28 September 2011

Camel Adventures, Wadi Rum

If you could have but one camel ride in your lifetime ~ should you be so inclined ~ I strongly recommend you book yourself to Jordan and the Wadi Rum desert. If camel rides were rated on a scale of 1 to 10, trust me, it’s a 10.
Police Band, Jerash; Photo BDM 2008
The germ for this post preceded recent widespread events in the Arab world. Beyond my obvious sympathies, the blogger in me self-centredly regrets the sadly diminished camel opportunities. Yet somehow I have faith that the Hashemite Kingdom of Jordan will retain its stability in the unpredictable Middle East volatility.

Better scribes than I have written glowingly of Jordan’s magnetism. A relatively new nation, the country includes some of the world’s oldest inhabited sites. It’s not only on the ancient Fertile Crescent, it’s also on the Rift Valley. If you are into archaeological, if you are into biblical, if you are into cultural, if you are into photography, or just plain scenic awe, the country amazes from the Dead Sea to the Red Sea. Truly majestic.

At Petra; Photo BDM 2008
One could spend days in Madaba absorbing the local flavours, the celebrated mosaics. Or pondering the recently uncovered site of  Jesus’ baptism in the river Jordan. Aqaba is still a small town, not yet a developed tourist destination apart from savvy scuba divers. Fabled Petra is a magic time warp. Few would go so far as Married To A Bedouin but I was pleased to meet her son.[1]. The warmth of the people is evident ... with little of the vendor hassle experienced elsewhere.

Wadi Rum desert is in the south; descending into it from a plateau is spectacular, certainly one of the world’s most extraordinary places. We cross the railway famously bombed by T.E. Lawrence, to access the modest Welcome Centre in the protected area. One of the local women’s co-op handicrafts shop is here. The tiny support village is full of camels. I know because it’s my second visit here and each time was different.
Photo BDM 2007
What do most tour companies offer, encouraged by entrepreneurial young village men? Careening across the sand in a 4-wheel-drive jeep or truck lacking shock absorbers. Go figure! Environmental irony. Camels were not on the agenda but I had persisted.

Like most Jordan women, my guide Nadine spurns the hijab. Myself is wrapped up more than she is, against the sun and the possibility of blowing sand. We go well beyond any sign of civilization and on my behalf she haggles fiercely with some camel handlers in Arabic. Nadine does everything fiercely, including telling raucous jokes.

Finally. The others tear off in their kidney-splitting jeep to bash some dunes and inspect ancient inscriptions. I get a couple of hours as Queen of the Desert. The arrangement involves a female and her baby who must not be separated. This tells me the colt is less than five years old. The boy who leads me is very serious with responsibility for the animals. Good thing he’s along because he knows where we are going. All is sandy desert in every direction to the horizon, with gigantic mystical rock outcropping here and there. If by some flight of imagination I were allowed to trek alone—unthinkable of course—no question I would be lost, wandering from one isolated cliff to the next, until someone finds my dessicated corpse splayed across the hump of the steadfast camel.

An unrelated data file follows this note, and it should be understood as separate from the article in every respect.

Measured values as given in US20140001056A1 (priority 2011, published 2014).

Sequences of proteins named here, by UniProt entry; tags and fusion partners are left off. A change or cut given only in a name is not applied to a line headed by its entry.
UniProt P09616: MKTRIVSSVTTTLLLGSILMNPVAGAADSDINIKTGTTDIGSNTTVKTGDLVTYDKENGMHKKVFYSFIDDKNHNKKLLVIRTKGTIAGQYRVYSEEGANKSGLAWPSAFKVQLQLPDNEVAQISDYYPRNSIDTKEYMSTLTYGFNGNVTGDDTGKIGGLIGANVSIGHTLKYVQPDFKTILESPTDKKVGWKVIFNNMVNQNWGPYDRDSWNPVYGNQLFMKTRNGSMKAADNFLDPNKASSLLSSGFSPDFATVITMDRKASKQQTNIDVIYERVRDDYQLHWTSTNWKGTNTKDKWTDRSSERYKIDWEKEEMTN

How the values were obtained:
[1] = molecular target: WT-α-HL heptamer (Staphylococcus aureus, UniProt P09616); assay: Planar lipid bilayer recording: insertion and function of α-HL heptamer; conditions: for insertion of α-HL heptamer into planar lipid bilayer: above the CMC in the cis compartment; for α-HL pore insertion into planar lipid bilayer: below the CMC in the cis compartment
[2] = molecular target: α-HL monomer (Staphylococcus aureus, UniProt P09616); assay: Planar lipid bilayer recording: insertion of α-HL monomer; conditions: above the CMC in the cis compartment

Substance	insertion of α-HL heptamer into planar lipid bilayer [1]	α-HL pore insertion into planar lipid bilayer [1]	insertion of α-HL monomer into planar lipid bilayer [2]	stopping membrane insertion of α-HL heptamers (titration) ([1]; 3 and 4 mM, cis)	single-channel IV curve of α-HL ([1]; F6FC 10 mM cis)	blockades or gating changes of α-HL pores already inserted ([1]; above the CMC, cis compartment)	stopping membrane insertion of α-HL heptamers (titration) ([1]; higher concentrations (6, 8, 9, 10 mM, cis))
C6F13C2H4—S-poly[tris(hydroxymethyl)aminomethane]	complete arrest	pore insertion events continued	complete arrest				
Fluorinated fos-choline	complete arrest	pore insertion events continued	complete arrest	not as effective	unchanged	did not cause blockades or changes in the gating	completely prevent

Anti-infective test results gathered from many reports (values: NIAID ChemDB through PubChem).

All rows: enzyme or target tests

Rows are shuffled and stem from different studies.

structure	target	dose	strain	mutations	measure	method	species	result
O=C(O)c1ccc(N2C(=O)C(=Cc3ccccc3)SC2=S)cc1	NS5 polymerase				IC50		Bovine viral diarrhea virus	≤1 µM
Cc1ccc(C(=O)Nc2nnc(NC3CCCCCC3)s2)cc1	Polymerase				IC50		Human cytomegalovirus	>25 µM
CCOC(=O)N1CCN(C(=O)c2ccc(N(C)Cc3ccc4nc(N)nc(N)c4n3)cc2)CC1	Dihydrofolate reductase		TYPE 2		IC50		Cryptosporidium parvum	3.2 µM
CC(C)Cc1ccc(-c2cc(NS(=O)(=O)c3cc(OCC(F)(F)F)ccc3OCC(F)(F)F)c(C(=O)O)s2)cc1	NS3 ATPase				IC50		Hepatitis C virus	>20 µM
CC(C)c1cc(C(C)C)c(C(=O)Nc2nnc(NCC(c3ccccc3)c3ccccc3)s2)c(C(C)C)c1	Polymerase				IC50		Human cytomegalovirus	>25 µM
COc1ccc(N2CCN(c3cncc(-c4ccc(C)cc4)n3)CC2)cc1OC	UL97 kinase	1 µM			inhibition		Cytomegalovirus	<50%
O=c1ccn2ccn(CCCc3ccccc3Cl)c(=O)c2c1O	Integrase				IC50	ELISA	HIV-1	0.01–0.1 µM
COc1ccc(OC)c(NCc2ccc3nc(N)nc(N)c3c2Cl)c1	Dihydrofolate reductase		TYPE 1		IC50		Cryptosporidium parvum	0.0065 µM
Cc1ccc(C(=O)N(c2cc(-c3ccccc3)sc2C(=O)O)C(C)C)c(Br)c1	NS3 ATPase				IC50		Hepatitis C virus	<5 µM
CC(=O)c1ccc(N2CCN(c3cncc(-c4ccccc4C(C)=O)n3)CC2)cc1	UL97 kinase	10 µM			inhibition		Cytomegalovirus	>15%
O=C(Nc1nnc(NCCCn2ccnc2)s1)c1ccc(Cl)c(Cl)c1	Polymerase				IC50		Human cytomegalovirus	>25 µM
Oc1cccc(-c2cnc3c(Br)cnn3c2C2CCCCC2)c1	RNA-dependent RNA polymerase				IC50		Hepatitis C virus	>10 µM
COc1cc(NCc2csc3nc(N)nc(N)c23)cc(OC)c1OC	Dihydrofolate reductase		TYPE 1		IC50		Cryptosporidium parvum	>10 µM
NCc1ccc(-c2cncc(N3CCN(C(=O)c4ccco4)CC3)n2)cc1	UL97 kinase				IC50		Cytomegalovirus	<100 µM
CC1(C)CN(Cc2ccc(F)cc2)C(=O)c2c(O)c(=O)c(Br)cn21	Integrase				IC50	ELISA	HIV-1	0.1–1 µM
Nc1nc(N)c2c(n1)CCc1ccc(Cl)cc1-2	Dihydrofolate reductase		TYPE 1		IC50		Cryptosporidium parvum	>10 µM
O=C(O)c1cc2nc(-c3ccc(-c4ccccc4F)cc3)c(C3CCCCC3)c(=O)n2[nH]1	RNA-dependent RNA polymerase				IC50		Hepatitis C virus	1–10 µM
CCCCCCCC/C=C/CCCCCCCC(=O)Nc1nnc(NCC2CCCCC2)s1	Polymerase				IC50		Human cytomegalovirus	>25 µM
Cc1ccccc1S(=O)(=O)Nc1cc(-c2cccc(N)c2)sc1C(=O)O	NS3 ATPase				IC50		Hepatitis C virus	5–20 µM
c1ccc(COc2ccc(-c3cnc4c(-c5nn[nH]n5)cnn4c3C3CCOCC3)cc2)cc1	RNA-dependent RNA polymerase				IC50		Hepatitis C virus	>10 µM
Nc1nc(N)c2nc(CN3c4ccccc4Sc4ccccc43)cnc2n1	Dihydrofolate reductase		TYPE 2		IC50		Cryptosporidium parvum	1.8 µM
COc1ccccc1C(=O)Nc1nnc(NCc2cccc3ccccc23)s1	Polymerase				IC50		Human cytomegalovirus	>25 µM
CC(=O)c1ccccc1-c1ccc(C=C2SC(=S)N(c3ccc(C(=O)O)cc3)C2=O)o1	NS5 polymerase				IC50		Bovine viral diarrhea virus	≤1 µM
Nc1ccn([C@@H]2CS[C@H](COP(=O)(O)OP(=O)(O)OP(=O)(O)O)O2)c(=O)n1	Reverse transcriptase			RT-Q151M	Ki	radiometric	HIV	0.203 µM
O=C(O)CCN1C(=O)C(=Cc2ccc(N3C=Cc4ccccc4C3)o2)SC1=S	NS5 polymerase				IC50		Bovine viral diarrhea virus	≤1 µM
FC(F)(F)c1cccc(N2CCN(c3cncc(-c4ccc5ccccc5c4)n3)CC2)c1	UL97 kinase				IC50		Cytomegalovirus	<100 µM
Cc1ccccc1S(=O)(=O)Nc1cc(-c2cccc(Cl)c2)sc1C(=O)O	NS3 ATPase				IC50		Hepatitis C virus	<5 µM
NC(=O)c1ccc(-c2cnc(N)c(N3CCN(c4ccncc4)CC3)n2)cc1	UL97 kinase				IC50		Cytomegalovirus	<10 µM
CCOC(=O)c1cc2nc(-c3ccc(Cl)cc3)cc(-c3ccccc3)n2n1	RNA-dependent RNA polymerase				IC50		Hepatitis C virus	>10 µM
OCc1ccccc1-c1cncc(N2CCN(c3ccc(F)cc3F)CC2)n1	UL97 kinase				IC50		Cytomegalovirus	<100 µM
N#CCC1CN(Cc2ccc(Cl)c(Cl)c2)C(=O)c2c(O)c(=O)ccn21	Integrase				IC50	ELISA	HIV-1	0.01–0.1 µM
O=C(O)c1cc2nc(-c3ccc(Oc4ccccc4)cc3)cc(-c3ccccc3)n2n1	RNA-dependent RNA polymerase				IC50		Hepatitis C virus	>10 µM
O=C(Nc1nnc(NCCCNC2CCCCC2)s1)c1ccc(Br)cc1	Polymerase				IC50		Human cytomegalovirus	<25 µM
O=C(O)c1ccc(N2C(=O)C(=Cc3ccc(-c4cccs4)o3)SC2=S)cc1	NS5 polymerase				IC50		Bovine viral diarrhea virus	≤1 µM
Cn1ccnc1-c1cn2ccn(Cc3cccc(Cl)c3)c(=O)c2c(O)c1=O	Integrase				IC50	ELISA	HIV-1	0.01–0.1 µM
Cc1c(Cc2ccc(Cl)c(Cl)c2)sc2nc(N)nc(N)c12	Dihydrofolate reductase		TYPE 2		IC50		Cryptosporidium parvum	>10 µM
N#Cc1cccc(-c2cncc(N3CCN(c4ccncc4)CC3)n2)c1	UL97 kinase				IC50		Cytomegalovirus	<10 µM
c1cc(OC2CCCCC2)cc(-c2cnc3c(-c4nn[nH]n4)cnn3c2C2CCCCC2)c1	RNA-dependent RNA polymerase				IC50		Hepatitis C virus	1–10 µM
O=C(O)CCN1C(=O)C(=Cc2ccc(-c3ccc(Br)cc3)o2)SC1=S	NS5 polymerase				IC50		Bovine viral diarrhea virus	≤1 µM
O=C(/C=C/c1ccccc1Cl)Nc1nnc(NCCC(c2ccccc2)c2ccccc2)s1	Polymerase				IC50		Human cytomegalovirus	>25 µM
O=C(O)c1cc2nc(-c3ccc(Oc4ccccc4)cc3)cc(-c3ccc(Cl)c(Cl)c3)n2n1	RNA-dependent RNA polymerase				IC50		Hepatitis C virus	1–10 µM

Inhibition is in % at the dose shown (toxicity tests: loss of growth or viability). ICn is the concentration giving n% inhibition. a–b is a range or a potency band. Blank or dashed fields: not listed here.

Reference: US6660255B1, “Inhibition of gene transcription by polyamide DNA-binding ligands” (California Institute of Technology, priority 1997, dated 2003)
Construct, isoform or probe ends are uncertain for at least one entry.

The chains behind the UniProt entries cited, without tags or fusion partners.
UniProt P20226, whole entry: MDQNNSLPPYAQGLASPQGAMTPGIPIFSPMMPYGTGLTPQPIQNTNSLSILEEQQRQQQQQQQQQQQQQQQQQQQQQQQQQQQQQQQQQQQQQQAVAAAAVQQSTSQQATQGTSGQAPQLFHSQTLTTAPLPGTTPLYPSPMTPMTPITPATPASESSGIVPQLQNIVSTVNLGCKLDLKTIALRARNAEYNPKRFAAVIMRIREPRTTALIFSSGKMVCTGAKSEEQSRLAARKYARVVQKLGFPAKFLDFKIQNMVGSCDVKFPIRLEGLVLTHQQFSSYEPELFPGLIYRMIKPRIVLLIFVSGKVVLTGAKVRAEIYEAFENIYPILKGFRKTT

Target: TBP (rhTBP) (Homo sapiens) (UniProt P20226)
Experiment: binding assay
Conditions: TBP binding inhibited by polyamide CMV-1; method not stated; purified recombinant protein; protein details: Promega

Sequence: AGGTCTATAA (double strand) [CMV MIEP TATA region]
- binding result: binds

Photos, BDM 2008
The boy-who-won’t-tell-me-his-name (not under-standing my question) disapproves whenever I lean to touch the baby. Experimenting with saddle positions also earns me scowls and rapid verbal orders. I am so relaxed I don’t even try to interpret. Nevertheless I emulate the leg-hook favoured by bored camel police. Baby’s hair on the hump—which is as far as I can reach without falling off and disgracing myself—looks bristly but feels soft. Of course! That’s why we have camel’s hair coats in North America.

Photo by Jerome Enger, 2008
My guide stops remonstrating with me. I am one with the stately undulation of my steed and her sidekick. “Oh the desert is lovely in its restfulness. The great brooding stillness over and through everything ...”.[2] We are in the heart of silence. Separation from everything in routine life! No cares. Just be.
Photo by Jerome Enger, 2008
Bedouin tribal memory still reveres Lawrence here in places where he camped. “To those bred under an elaborate social order few such moments of exhilaration can come as that which stands at the threshold of wild travel. The gates of the enclosed garden are thrown open... and behold! the immeasurable world.”[3] Yes. “Wild” in that special sense of the unfamiliar becoming an unsuspected, thrilling gateway.
Photo Mary Ann Waring, 2008
It had to end. Dismount at a Bedouin camp. Until the next camel experience, insh’allah.

Camel Adventures continue from here on anotherfamdamily.blogspot.com.

[1] Marguerite van Geldermalsen, Married To A Bedouin ( London: Virago Press/Time Warner Book Group, 2006). 
[2] Terry Kelhawk, “Skirts on Camels: Early Women Travel Writers,” The Huffington Post  (http://www.huffingtonpost.com : accessed 24 October 2010); citing Lilias Trotter, Journal 1885.
[3] Gertrude Bell, The Desert and the Sown, (London: William Heinneman Ltd., 1907). 

© Brenda Dougall Merriman, 2011.

1 comment:

Cathy said...

Good story and great photos, I had not seen them ...